Skip to content

June haunting.


IN LOCKDOWN I visit my father the anchorite
Crouched like a gnome in the smoky glooms
Of his dingy singed living room-cum-grotto
In front of his half-open window,
A birdwatcher shielding inside a hide;
Or it’s as if he bides behind an unreflecting two-way mirror
Since the sun behind me blinds me to him
Though he sees me clearly, perhaps clearer than before,
And, as always, I’m pale as milk, especially after
An epic interior spell, which, even with my
Reclusiveness has been a revelation of nerve…

Am I a revenant paying him a visit,
A revenant who thinks I’m still living, a ghost
His woozy thoughts have unwittingly brought out
From the cobwebbed boughs of his mind’s shadow wood…?
His youngest son grown from shadow who somehow
Survived well into adulthood, now middle-aged,
Against all augurs, grey in daylight, a wraith, a waif,
Frail Linton, fraught Hartley, brow-knitted Little Time
Who ripened in spite of expectations, a deep
Sense of emptiness, unspotted on the spectrum,
Problems put down to nerves, a strange vagueness,
Something missing… Or maybe that was all a dream
And my father’s Allan Quatermain mourning his son…?

Isn’t haunting just a sublime absentmindedness?
A soul’s shadow-throwing? Astral ruminating…?

Back at the flat I sit in my green leather chair
In the back room overlooking the long-neglected garden,
And think on my father, how much he has shrunk,
Seemingly in the drag of a cigarette, ash-tapped,
Crookbacked, brittle, but the warmer image
Of him long-summered in my mind is still rooted,
Gentle-strong, a gnarled trunk, browned by the world,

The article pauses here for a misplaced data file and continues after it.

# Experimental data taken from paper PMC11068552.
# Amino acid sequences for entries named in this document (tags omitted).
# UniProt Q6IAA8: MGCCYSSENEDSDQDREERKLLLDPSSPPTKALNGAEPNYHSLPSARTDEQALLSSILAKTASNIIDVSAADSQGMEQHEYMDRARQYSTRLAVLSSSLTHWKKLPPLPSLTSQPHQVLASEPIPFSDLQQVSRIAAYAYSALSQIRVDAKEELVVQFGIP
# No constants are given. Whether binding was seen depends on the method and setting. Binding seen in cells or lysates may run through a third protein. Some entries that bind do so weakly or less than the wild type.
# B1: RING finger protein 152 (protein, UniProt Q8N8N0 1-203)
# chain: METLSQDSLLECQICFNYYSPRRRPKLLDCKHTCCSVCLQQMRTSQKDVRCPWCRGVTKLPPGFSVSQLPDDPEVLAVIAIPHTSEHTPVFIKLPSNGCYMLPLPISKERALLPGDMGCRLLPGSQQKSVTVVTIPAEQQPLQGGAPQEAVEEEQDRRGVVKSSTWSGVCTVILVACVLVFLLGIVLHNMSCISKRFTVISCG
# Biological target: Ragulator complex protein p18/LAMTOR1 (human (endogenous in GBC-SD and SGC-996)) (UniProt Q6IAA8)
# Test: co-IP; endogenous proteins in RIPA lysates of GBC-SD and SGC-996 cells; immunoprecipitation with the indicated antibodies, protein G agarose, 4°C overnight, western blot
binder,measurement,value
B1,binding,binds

An anchored Capricorn, his large tanned hands,
And I sit back and listen to the wind in the garden
Moaning then roaring, and the warped old wooden
Shed creaking and groaning as gusts disfigure it,
So long neglected as the garden, the overgrown,
Overwrought garden, its agonised grass
Going over and over the same ground again…

Alan Morrison was born in Brighton in 1974. His poetry collections include A Tapestry of Absent Sitters (Waterloo, 2009), Keir Hardie Street (Smokestack Books, 2010), Captive Dragons (Waterloo, 2011), Blaze a Vanishing/ The Tall Skies (Waterloo, 2013), Shadows Waltz Haltingly (Lapwing, 2015), Tan Raptures (Smokestack, 2017), Shabbigentile (Culture Matters, 2019), Gum Arabic (Cyberwit, 2020), and Anxious Corporals (Smokestack, 2021). He was joint winner of the Bread & Roses Poetry Prize 2018. His poetry has been awarded grants from Arts Council England, the Royal Literary Fund, the Society of Authors and the Oppenheim-John Downes Memorial Trust. He edits the international webzine The Recusant.

Post a Comment

Your email is never published nor shared. Required fields are marked *